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Aviation and environment

Air transport and the greenhouse effect

Atmospheric composition is the result of natural and anthropogenic emissions combined with transport and chemical processes. Aircraft emissions can have an impact on atmospheric chemistry and on its radiative balance. For example, contrails formed from emissions of water vapour and soot particules can lead to the formation of cirrus clouds.

Emissions of nitrogen oxides perturb the natural cycles and open the way to ozone production or destruction depending on local altitude and insolation. These ozone perturbations along with the CO2 emissions, water vapour, sulphur and soot particles allow additional clouds to form and may increase the greenhouse effect. The same local perturbations are observed when a spacecraft is launched.

In this field of research, CERFACS focuses on the time-evolution of the atmospheric chemical composition and on the anthropogenic impact, especially on the effect of the chemical and particulate emissions from aviation. The AE team has developed a scientific expertise on the modelling of the effluents and their transformation in the different phases that follow the lanch of a spacecraft, in particular the transition to the “hot” chemistry located at the nozzle outlet and the “cold” chemistry for the high atmosphere.

Evaluate the impact of antropogenic emissions

In that context, the monitoring of atmospheric composition is of particular importance. The objective is to detect and possibly attribute the observed changes to natural or anthropogenic forcing. The AT team is involved in national and European projects centered on the development and the implementation of data assimilation systems, gas for trace gases and particles central to atmospheric chemistry.

The AE team is composed of about ten researchers who work closely on the national level with CERFACS associated laboratories like CNRM, ONERA teams, CNRS and aeronautical industry. The team is also involved in numerous projects, especially European projects that include the main institutions present in the atmospheric environment field.

Main partners : CNRM, CEPMMT, DLR, Latmos, LISA, LSCE, Onera

CERFACS challenge : Modest

National and international current projects :

IMPACT : climate impact of the evolution of air traffic

MACC : Data assimilation of minor constituents for the atmophere monitoring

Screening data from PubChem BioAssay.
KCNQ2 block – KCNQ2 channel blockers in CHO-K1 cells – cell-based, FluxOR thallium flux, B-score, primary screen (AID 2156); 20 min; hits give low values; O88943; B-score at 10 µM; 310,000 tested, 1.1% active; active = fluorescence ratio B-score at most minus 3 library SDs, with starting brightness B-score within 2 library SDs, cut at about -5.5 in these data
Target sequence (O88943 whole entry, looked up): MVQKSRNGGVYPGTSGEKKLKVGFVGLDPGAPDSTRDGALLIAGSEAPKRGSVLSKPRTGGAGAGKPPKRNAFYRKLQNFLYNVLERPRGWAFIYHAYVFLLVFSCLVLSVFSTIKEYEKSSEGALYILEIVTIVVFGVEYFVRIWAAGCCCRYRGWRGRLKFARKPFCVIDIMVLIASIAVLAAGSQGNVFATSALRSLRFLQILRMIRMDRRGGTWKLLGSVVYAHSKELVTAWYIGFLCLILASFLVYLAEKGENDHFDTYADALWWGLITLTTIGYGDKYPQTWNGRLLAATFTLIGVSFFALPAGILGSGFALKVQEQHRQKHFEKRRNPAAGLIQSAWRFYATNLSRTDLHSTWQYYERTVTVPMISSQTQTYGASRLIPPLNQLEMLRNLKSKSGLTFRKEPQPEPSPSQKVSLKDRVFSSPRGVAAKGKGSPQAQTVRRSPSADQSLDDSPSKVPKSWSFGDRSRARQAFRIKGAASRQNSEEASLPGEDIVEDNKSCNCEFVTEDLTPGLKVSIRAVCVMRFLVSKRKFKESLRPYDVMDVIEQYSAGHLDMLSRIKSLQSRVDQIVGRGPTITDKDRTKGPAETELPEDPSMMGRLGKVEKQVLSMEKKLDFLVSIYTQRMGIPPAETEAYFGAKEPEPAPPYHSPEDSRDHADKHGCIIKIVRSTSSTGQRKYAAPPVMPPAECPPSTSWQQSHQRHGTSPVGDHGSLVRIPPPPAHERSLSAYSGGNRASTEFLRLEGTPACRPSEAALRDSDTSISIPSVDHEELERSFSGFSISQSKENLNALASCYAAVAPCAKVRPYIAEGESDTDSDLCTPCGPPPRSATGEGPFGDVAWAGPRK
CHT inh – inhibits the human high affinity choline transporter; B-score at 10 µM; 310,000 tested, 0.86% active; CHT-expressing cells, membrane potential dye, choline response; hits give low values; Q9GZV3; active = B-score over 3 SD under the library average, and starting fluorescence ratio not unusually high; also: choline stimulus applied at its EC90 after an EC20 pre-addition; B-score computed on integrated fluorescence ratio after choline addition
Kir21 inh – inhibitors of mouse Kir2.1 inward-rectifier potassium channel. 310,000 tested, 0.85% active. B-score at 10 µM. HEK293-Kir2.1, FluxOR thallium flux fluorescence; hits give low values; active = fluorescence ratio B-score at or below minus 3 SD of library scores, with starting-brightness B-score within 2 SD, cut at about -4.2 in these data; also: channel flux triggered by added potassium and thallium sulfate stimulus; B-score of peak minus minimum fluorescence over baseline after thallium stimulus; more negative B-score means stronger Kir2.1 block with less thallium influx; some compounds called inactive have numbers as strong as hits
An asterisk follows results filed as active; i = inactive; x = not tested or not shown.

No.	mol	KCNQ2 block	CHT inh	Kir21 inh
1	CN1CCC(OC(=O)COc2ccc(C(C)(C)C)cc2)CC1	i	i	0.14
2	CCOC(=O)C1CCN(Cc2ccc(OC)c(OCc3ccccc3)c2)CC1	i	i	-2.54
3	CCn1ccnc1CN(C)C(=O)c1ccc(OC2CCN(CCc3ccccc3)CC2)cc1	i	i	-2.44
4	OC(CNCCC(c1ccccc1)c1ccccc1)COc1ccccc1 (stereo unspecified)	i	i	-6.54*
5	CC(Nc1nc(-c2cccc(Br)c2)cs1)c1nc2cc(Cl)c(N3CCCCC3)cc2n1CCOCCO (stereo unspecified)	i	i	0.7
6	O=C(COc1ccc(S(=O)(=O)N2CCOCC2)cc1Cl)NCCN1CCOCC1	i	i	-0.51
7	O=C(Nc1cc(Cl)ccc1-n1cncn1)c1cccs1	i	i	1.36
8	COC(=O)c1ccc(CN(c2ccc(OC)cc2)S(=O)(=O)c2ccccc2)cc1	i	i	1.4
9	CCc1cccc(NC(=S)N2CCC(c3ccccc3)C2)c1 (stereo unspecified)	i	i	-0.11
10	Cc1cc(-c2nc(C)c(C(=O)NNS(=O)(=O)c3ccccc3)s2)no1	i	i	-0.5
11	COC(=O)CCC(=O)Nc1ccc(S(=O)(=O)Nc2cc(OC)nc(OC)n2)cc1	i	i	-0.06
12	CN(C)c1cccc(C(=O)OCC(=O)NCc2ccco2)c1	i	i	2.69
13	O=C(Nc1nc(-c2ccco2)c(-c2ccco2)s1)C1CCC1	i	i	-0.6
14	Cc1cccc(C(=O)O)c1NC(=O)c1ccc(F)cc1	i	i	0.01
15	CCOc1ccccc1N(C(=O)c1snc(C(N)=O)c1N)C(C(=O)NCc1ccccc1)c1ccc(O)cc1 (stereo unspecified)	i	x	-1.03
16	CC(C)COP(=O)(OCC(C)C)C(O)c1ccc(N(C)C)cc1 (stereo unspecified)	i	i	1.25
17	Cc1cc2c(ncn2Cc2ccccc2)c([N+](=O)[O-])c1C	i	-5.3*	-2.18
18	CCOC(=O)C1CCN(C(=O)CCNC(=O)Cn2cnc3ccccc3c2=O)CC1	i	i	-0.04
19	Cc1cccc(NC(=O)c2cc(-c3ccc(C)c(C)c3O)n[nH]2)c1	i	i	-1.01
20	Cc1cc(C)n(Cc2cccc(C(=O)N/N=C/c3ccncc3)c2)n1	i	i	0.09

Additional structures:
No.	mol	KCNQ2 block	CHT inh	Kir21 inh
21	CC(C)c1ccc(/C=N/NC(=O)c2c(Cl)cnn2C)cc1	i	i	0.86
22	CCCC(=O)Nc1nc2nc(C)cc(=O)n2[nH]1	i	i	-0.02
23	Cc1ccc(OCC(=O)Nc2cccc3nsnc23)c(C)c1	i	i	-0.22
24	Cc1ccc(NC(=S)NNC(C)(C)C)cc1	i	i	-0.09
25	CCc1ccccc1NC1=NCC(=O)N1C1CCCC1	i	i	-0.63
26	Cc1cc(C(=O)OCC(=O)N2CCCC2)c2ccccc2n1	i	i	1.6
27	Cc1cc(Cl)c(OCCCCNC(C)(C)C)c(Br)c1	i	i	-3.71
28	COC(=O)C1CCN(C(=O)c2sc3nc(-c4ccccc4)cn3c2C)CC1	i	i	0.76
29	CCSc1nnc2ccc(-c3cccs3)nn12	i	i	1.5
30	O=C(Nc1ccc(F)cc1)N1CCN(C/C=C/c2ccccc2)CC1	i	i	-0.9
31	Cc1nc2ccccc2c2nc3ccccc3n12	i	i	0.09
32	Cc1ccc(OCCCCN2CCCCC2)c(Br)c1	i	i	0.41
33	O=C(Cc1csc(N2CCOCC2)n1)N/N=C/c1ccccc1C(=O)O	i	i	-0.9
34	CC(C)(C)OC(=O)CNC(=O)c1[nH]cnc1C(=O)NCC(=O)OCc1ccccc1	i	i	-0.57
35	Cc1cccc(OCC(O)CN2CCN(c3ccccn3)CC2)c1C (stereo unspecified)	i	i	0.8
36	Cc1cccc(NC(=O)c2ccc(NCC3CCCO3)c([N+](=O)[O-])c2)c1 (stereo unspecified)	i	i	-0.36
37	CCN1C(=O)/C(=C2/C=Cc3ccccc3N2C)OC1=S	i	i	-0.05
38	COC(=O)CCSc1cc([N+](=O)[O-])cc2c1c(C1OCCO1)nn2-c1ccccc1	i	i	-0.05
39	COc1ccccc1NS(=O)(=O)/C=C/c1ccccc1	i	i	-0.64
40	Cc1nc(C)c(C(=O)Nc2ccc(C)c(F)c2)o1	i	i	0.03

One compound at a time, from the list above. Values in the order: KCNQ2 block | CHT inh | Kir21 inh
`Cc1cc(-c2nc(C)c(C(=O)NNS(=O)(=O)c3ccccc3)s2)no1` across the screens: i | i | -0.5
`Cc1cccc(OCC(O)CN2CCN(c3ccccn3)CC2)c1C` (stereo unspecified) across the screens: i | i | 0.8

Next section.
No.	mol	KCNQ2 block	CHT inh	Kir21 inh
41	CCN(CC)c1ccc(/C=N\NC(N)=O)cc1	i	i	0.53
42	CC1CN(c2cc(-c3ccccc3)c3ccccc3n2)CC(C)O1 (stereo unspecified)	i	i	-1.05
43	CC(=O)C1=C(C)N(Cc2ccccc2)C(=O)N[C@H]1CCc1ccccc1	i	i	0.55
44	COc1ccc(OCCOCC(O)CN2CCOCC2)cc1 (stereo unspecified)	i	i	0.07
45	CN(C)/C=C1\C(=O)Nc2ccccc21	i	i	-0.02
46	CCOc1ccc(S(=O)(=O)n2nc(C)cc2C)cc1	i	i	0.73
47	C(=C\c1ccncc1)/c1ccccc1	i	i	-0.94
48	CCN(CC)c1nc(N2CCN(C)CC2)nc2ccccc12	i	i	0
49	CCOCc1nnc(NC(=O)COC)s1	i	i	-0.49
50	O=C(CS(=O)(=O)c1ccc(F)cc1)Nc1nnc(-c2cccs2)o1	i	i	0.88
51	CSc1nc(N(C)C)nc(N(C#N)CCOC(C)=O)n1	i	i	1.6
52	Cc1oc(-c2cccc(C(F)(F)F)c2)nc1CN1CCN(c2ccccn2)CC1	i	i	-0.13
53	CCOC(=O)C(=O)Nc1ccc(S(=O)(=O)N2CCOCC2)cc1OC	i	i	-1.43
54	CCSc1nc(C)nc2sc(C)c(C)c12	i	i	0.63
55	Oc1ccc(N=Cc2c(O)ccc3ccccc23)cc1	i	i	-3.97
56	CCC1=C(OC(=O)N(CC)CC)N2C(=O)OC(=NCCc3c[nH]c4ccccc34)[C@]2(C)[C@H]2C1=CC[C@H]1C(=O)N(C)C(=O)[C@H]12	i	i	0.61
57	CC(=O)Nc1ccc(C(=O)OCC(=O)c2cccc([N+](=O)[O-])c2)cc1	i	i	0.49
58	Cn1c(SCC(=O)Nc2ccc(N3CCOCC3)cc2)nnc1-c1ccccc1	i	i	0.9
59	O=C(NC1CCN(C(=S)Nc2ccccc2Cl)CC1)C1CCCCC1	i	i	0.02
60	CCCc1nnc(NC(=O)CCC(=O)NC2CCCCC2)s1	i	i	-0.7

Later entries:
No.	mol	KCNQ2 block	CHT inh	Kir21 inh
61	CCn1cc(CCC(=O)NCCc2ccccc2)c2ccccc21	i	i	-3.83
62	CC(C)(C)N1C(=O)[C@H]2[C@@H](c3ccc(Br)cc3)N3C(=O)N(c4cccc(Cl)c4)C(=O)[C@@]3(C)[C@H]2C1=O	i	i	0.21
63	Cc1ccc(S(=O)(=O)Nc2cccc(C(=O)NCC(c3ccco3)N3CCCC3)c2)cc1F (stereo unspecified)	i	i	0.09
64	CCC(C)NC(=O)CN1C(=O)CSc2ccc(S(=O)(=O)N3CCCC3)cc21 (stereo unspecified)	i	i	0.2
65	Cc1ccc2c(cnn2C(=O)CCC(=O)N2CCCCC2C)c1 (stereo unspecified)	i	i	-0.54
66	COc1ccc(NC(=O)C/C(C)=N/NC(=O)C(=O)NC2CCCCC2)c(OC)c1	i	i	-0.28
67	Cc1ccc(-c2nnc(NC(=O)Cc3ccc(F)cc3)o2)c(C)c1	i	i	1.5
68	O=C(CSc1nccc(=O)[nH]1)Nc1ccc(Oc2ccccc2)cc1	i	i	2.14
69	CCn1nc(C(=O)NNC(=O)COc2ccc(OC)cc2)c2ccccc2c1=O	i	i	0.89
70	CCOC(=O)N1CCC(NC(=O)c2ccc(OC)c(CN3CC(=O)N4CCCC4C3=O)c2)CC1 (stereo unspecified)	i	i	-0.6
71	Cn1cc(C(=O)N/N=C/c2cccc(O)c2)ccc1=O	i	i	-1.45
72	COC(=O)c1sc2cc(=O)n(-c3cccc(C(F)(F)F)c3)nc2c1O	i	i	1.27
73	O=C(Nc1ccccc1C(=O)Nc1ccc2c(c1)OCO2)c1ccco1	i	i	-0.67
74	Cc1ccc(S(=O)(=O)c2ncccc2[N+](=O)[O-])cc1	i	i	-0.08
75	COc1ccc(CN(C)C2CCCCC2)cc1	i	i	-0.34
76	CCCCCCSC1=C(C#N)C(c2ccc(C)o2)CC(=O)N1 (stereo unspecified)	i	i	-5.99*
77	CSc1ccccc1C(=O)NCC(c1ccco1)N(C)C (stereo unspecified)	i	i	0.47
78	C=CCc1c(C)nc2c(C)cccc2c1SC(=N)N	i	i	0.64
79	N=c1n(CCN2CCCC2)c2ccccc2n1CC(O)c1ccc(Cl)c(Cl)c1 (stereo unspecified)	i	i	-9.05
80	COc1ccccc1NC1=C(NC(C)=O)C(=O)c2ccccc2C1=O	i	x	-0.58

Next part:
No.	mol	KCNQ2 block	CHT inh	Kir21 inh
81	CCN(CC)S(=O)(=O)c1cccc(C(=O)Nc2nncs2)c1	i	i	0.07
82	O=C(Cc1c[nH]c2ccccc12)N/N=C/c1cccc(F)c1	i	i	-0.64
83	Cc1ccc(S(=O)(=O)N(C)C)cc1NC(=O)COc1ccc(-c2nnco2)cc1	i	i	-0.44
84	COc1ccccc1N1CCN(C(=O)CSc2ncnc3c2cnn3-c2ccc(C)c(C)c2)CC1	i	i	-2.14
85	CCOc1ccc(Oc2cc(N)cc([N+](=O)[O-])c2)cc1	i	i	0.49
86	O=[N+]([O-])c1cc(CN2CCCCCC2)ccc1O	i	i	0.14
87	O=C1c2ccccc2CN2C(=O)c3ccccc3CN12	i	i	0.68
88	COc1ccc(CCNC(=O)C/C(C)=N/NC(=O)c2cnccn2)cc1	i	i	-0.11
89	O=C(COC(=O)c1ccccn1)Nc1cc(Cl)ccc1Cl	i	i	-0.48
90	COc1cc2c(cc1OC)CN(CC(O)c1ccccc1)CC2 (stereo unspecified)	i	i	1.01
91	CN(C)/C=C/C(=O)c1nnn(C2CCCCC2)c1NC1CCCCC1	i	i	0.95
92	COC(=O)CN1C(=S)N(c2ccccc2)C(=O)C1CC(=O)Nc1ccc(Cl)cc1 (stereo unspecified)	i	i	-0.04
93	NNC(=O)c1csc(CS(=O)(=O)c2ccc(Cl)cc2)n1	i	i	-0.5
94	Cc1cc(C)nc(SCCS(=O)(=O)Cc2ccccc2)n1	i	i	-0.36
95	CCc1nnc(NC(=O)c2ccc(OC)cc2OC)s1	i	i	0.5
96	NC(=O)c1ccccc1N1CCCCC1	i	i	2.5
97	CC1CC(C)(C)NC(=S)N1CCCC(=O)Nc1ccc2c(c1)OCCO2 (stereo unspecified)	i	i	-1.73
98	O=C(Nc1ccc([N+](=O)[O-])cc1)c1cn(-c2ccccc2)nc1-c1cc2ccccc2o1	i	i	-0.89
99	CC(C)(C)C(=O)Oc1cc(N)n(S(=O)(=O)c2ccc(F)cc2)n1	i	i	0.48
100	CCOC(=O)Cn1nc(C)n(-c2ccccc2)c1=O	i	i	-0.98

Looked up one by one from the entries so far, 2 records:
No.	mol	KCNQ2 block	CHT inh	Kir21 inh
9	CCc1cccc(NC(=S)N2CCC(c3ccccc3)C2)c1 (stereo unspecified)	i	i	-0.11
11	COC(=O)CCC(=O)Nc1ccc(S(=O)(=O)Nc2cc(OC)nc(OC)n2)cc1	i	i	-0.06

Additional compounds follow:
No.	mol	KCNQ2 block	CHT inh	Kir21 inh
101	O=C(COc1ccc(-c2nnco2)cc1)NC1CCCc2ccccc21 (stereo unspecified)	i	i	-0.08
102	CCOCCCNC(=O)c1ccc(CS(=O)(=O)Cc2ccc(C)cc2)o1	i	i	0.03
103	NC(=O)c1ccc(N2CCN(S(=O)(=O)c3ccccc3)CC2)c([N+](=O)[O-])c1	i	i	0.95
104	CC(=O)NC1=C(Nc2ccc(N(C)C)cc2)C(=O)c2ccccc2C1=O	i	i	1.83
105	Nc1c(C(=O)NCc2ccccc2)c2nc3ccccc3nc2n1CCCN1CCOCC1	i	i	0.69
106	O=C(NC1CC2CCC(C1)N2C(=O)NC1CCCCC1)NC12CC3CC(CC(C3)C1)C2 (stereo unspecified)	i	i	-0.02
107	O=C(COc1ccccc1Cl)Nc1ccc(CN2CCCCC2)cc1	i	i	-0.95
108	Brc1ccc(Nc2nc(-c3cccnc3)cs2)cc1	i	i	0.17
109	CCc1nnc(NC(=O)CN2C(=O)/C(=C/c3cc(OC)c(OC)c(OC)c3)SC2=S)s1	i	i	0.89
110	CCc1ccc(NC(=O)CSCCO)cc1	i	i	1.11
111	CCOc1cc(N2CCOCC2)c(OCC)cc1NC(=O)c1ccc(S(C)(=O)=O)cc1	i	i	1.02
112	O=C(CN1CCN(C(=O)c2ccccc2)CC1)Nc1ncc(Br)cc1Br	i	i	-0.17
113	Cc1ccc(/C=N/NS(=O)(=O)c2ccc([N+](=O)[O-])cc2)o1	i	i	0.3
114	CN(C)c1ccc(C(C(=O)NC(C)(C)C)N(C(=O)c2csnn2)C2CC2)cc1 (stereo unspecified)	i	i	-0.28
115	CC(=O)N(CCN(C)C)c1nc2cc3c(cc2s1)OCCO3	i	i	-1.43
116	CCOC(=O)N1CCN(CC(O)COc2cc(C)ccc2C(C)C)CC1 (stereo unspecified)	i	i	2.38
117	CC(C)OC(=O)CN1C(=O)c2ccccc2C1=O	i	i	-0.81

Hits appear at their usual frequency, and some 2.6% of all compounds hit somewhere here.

TC2 : contrails and climate


Project director : Daniel CARIOLLE

Senior researchers :

Emanuele EMILI

Roberto PAOLI


Post-docs :


Géraldine REA

Bojan SIC

Consultants :


Philippe MOINAT

PhD :

Hélène PEIRO

Visitors :










NextSim General Assembly and TC meeting

CERFACS |  16 September 2021

The General Assembly and TC Meeting took place on 15-16 September 2021. CERFACS is involved in the NextSim project (). The primary objective is to increase the capabilities of Computational Fluid Dynamics tools on extreme-scale parallel computing platforms for aeronautical design. This project has received funding from the European High-Performance Computing Joint Undertaking (JU) under grant agreement N° 956104. The JU receives support from the European Union’s Horizon 2020 research and innovation programme and Spain, France, Germany. This project has received funding from the Agence Nationale de la Recherche (ANR) under grant agreement N° ANR-20-EHPC-0002-02. For more information, please visit Read more

Sophie Valcke from Cerfacs co-authored a new book on atmosphere-ocean modelling

CERFACS |  18 August 2021

new book "Atmosphere-Ocean Modelling - Couling and Couplers” by Prof. Carlos R Mechoso, Prof. Soon-Il An and Dr Sophie Valcke has just been published by World Scientific. The present book fills a void in the current literature by presenting a basic and yet rigorous treatment of how the models of the atmosphere and the ocean are put together into a coupled system. Details are available at  Abstract: Coupled atmosphere-ocean models are at the core of numerical climate models. There is an extraordinarily broad class of coupled atmosphere-ocean models ranging from sets of equations that can be solved analytically to highly detailed representations of Nature requiring the most advanced computers for execution. The models are applied to subjects including the conceptual understanding of Earth’s climate, predictions that support human activities in a variable climate, and projections aimed to prepare society for climate change. The present book fills a void in the current literature by presenting a basic and yet rigorous treatment of how the models of the atmosphere and the ocean are put together into a coupled system. The text of the book is divided into chapters organized according to complexity of the components that are coupled. Two full chapters are dedicated to current efforts on the development of generalist couplers and coupling methodologies all over the worldRead more